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of the Acropolis of Athens in their lavish magnificence! This carved doorway to the Temple of Jupiter; this frieze of the Temple of Bacchus; these towering six columns of the Temple of the Sun; still holding their matchless Corinthian capitals and amazing entablature to the sky—where else will one find their equals, and what must they have been in their prime, when these scarred remnants can still overpower the world!
It was another religion that brought ruin hereearly Christianity-presently followed by early Mohammedanism-each burning with vandalic zeal. It was the good Emperor Constantine that first upset the Roman gods and their temples. Then Theodosius came along and pulled down the great structures, and out of the pieces built a church that was an architectural failure. Then all the early Christians in the neighborhood took a hand in pulling down and overturning; hacking away at the heathen sculpture and tracery — climbing high up the walls to scar and disfigure — to obliterate anything resembling a face. Then pretty soon the early Mohammedans came along and carried on the good work, and now and then an earthquake took a hand, until by-and-by the place became the ghastly storm of destruction it appears to-day.
I was ill when I saw Baalbec. My flesh was burning and my pulse throbbing with fever. Perhaps my vision was distorted and the nightmare seemed worse than it really is, but as I stood in that field of mutilation and disorder, gazing along its wrecked and insulted glory, and through tumbling arch and ruined door caught vistas of fertile and snow-capped hill, I seemed to see a vision of what it had been in the day of its perfection. Also, I felt an itch to meet one or two of those early enthusiasts—some night in a back alley when they were not looking for me and I had a piece of scantling-I felt a sick man's craving, as it were, to undertake a little damage and disfiguration on my own account. Oh, well, it's all in the eternal story. Religions established these temples; religions pulled them down. The followers of one faith have always regarded as heathen those which preceded them. There lies a long time ahead. Will the next religion restore Baalbec or complete its desolation?
Some little Syrian girls beset Laura on the way back to the hotel and tried to sell her some bead embroidery which it seems they make in a missionschool established here by the English. One of them —a little brown madonna of about ten-could speak English quite well. Laura asked her name.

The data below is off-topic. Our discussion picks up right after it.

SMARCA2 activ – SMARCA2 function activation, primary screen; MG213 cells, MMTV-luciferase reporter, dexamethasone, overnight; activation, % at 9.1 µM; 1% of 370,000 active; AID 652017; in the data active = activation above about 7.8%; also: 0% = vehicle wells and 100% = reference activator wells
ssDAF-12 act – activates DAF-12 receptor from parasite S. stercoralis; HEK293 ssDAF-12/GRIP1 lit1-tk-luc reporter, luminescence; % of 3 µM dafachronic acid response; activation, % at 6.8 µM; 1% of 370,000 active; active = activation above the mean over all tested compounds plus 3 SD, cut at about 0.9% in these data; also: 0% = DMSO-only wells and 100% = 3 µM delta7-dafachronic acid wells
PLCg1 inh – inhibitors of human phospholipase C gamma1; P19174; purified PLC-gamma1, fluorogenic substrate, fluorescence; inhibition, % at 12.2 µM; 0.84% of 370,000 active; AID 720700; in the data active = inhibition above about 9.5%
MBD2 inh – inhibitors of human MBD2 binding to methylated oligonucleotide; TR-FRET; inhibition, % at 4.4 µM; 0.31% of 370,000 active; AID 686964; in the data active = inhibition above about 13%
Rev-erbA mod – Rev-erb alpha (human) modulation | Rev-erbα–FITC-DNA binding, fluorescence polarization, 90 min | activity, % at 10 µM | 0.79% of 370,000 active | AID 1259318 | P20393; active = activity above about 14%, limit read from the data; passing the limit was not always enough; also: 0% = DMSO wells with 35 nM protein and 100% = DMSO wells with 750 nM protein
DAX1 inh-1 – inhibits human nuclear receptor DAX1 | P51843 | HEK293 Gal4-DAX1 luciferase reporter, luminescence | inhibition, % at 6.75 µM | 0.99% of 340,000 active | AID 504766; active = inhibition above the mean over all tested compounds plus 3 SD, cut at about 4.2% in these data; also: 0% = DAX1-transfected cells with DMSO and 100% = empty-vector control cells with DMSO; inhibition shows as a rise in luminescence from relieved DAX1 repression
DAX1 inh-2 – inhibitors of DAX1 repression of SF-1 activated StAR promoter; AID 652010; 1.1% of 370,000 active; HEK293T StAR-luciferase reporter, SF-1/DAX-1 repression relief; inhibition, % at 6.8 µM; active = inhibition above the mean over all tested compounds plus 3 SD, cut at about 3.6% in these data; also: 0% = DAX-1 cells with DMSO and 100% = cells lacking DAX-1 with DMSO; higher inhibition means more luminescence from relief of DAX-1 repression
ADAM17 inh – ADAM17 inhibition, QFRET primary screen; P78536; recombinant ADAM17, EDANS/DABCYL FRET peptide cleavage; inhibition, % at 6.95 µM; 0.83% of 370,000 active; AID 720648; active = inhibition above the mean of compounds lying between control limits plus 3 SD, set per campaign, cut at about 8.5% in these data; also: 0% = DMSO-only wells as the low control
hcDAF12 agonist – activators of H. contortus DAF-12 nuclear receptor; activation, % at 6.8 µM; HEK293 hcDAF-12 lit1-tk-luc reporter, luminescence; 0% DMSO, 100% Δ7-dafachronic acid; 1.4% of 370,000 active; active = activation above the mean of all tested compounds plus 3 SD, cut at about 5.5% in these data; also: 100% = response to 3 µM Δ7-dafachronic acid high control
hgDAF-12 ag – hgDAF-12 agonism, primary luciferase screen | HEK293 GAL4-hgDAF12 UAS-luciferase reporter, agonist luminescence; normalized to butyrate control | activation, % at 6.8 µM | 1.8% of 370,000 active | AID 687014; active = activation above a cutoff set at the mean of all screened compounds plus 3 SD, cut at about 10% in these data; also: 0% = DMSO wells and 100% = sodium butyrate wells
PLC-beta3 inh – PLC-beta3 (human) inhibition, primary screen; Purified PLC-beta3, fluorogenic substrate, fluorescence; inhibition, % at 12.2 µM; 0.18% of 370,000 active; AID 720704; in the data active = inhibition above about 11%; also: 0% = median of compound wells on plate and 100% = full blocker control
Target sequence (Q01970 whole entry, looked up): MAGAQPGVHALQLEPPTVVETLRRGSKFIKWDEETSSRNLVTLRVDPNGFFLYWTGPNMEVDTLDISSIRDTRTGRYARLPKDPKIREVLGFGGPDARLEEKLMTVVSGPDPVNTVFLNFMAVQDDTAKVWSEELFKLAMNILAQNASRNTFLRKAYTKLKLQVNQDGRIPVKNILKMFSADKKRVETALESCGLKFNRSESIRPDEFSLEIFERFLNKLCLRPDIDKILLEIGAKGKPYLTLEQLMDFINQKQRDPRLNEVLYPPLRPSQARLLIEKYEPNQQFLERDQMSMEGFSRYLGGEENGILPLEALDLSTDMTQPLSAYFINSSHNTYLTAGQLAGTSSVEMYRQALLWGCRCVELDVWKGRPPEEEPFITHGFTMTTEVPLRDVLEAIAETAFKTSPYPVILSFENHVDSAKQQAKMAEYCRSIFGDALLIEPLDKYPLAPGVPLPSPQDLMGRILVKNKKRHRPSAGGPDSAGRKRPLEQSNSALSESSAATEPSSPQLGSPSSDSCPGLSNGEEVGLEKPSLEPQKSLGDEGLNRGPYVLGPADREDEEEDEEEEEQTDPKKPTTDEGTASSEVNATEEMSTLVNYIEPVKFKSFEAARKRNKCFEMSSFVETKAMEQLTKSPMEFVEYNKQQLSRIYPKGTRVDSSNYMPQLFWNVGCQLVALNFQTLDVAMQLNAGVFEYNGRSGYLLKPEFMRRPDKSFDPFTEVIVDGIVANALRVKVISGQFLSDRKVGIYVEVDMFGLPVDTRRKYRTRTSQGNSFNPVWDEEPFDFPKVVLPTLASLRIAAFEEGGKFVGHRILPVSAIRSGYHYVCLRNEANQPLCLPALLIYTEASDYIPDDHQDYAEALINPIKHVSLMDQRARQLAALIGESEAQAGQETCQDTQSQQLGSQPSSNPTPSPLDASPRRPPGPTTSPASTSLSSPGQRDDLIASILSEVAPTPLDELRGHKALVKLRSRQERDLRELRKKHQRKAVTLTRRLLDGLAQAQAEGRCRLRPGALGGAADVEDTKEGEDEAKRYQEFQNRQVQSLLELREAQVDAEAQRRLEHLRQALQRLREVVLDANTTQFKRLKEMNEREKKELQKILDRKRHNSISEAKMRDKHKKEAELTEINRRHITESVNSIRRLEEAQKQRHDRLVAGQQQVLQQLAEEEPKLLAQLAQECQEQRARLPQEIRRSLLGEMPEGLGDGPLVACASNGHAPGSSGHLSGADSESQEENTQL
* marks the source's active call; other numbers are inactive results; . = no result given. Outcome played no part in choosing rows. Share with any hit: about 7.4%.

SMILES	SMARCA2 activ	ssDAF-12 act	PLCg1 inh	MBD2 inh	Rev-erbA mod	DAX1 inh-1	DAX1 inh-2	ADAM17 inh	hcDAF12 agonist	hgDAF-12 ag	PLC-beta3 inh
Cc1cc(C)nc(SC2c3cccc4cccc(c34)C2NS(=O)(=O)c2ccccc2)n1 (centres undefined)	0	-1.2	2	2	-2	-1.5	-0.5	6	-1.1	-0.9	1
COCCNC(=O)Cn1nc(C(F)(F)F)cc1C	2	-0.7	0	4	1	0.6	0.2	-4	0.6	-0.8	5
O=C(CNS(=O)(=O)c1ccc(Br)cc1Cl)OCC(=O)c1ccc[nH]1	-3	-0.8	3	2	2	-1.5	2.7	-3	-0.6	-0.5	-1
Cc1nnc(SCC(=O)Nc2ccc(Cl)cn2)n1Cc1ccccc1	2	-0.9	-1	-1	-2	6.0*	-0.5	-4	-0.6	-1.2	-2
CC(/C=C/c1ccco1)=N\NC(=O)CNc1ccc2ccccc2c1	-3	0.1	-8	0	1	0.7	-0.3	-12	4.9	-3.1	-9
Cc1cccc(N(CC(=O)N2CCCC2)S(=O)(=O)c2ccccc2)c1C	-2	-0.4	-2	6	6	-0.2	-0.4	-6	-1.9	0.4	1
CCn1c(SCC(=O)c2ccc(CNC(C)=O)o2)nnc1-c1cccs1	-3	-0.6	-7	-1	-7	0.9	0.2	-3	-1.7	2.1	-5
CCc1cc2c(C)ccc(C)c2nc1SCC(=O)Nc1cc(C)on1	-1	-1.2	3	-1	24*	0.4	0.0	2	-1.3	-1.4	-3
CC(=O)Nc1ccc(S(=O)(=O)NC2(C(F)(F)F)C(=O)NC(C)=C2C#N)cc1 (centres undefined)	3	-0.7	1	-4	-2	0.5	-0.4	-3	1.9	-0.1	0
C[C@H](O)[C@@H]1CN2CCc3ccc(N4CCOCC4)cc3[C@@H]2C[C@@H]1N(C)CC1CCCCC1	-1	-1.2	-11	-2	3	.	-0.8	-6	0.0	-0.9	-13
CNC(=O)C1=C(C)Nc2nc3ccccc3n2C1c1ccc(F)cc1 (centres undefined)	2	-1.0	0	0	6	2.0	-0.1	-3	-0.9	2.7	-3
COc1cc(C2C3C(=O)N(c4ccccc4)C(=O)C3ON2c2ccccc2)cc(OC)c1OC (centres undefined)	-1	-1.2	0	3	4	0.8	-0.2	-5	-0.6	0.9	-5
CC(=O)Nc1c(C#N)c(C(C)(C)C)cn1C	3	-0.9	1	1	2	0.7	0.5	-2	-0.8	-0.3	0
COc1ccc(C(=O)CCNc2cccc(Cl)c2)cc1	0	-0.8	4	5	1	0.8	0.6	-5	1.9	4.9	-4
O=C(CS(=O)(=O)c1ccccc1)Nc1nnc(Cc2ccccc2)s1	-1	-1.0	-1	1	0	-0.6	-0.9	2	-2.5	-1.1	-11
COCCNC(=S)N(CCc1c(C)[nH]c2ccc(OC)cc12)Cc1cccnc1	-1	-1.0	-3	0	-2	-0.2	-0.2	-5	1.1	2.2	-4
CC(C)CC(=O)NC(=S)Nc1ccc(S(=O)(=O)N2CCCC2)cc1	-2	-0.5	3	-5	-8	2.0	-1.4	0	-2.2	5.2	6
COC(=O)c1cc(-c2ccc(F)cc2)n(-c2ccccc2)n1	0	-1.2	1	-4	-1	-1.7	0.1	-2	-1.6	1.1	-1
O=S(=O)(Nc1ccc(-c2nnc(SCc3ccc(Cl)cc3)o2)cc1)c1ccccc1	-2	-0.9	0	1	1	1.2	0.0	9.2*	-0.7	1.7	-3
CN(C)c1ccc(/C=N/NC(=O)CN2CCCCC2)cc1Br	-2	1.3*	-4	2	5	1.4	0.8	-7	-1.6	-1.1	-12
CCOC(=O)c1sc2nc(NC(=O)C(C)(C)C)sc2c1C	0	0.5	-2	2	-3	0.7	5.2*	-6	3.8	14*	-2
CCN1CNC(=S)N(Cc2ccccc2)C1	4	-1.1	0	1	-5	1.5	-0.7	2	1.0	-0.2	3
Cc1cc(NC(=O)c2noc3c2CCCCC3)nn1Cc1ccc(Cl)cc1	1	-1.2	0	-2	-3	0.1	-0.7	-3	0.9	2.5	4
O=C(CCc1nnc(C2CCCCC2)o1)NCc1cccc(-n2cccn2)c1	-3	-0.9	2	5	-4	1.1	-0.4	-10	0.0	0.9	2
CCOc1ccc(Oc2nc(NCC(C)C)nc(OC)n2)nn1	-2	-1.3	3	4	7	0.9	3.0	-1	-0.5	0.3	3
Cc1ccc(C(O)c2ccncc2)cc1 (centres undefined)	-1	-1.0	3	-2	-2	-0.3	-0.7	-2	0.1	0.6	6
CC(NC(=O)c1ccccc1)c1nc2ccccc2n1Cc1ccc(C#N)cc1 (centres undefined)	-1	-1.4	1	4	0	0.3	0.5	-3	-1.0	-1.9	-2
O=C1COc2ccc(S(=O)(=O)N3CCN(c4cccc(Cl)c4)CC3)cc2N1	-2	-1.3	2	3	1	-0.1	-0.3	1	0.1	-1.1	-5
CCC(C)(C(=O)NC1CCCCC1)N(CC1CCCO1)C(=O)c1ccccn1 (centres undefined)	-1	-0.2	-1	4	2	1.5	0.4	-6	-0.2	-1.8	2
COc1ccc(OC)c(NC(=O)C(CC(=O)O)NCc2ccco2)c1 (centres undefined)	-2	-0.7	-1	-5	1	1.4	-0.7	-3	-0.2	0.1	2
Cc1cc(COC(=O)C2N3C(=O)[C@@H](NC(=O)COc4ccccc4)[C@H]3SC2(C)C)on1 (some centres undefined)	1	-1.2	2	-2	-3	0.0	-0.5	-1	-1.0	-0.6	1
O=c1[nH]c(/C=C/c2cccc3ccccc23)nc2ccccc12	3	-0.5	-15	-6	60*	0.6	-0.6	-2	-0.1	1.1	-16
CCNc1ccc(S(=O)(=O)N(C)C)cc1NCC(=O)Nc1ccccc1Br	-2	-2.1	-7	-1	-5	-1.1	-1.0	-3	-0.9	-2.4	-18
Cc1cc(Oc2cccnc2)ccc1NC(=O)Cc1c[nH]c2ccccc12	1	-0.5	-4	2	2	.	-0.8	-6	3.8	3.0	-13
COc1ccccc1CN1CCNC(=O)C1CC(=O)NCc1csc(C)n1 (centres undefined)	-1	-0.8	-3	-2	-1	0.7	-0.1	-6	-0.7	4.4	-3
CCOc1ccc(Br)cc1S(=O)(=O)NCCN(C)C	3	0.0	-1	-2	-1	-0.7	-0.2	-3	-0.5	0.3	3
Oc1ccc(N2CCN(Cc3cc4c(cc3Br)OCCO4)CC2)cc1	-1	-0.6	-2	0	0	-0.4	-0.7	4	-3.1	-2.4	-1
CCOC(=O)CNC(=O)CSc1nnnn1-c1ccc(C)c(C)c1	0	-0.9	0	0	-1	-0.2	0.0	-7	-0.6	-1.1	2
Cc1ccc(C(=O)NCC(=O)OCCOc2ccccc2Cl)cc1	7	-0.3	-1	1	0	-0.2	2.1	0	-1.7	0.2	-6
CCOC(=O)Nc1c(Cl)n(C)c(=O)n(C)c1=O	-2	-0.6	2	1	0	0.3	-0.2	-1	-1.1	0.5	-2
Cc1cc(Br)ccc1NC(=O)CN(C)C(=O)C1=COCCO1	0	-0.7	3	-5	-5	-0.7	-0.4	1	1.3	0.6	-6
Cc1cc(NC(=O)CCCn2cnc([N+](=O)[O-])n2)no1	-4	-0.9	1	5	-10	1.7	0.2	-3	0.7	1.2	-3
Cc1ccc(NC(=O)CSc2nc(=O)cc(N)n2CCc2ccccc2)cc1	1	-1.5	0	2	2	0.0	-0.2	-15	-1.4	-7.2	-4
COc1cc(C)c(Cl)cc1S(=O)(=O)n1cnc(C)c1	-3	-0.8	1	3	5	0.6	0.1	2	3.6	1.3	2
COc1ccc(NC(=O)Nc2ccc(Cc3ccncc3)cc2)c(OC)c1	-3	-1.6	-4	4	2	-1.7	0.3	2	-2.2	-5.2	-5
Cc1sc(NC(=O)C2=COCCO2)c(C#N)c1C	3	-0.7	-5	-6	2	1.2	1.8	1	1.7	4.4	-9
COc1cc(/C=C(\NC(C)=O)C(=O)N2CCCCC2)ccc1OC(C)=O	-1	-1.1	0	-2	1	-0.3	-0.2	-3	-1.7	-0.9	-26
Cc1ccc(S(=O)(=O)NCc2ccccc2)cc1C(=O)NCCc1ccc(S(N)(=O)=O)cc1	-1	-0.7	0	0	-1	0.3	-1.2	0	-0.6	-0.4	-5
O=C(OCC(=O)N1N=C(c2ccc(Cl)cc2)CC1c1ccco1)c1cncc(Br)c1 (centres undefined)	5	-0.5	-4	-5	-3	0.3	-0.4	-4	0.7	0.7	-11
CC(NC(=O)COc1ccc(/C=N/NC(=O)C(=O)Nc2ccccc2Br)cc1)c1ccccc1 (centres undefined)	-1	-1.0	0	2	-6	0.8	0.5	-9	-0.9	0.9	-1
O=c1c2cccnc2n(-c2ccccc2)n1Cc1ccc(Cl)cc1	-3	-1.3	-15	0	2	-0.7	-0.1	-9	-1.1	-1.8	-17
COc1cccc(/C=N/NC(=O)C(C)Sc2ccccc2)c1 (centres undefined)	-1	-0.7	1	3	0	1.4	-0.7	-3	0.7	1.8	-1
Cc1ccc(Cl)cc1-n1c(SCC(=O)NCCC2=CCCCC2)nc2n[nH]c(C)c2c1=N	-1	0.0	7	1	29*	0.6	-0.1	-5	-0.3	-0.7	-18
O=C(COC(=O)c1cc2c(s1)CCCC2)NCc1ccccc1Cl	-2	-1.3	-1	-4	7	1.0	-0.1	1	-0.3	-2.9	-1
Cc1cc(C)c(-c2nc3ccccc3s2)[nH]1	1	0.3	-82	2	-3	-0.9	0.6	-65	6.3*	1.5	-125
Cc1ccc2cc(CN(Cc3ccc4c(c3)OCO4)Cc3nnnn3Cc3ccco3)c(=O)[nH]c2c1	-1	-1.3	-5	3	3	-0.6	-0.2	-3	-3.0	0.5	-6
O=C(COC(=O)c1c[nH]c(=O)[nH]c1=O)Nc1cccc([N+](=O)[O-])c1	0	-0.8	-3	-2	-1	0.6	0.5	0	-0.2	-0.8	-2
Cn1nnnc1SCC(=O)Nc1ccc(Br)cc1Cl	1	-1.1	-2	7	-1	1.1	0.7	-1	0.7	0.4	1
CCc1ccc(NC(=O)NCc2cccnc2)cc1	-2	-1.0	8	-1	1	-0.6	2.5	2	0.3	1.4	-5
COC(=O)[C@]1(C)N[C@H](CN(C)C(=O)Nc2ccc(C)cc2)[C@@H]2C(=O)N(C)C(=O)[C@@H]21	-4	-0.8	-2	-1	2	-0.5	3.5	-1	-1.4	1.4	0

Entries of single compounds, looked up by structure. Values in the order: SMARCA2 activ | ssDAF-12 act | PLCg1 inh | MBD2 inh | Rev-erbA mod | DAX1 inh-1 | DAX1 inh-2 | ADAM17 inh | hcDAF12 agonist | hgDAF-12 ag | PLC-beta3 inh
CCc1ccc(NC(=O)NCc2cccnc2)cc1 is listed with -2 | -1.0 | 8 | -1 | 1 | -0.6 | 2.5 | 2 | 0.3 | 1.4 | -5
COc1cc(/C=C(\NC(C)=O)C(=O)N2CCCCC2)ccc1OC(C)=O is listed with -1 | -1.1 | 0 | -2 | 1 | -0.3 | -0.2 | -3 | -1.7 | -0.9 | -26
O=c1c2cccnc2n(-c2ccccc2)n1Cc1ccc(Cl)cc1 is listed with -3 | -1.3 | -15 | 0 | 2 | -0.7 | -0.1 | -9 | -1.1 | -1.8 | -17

“Name Mary,” she said.
Sure enough, we had forgotten. The first Mary had indeed been Syrian, and I imagined her, now, a child-brown, barefoot and beautiful, like this Mary, with the same pathetic eyes. Laura-young, fairskinned and pink-cheeked—was a marvel to these children. They followed her to the door, and when she could not buy all their stock in trade they insisted on making her presents, and one of them-little Mary-begged to be taken to America.
We saw the celebrated “big stones” next morning. Several of them are built into the lower tiers of the enclosing temple wall, and three of these—the largest ones—measure each from sixty-two to sixty-four feet long and are thirteen feet thick! They rest upon stones somewhat thicker, but shorter-stones about the size of a two-story cottage—and these in turn rest on masonry still less gigantic. Evidently it was the intention of the builders to increase the size of their material as they went higher, and the big block still in the quarry carries out that idea..
Authorities differ as to when these big stones were laid, and how. Some claim that they were put here by the Romans, because they find Greek axe-marks on the ones below them. But then I found American jack-knife marks on them too, and the names of certain of my countrymen, which proves nothing except that these puny people had been there and left their measurement. If these monster stones had been laid by the Romans only two thousand years ago, we should have had some knowledge of the means by which they were transported and lifted into place. There is no such record, and nowhere else at least did the Romans ever attempt structure of such gigantic proportions. That is precisely the word, “gigantic,” for there were giants in the days when these stones were laid — stones that could have been there six thousand years as well as two thousand, being of such material as forms the foundations of the world.
If Cain did any building at Baalbec, he did it here. He did not finish the work, it would seem, or at least not in these proportions. Perhaps his giants deserted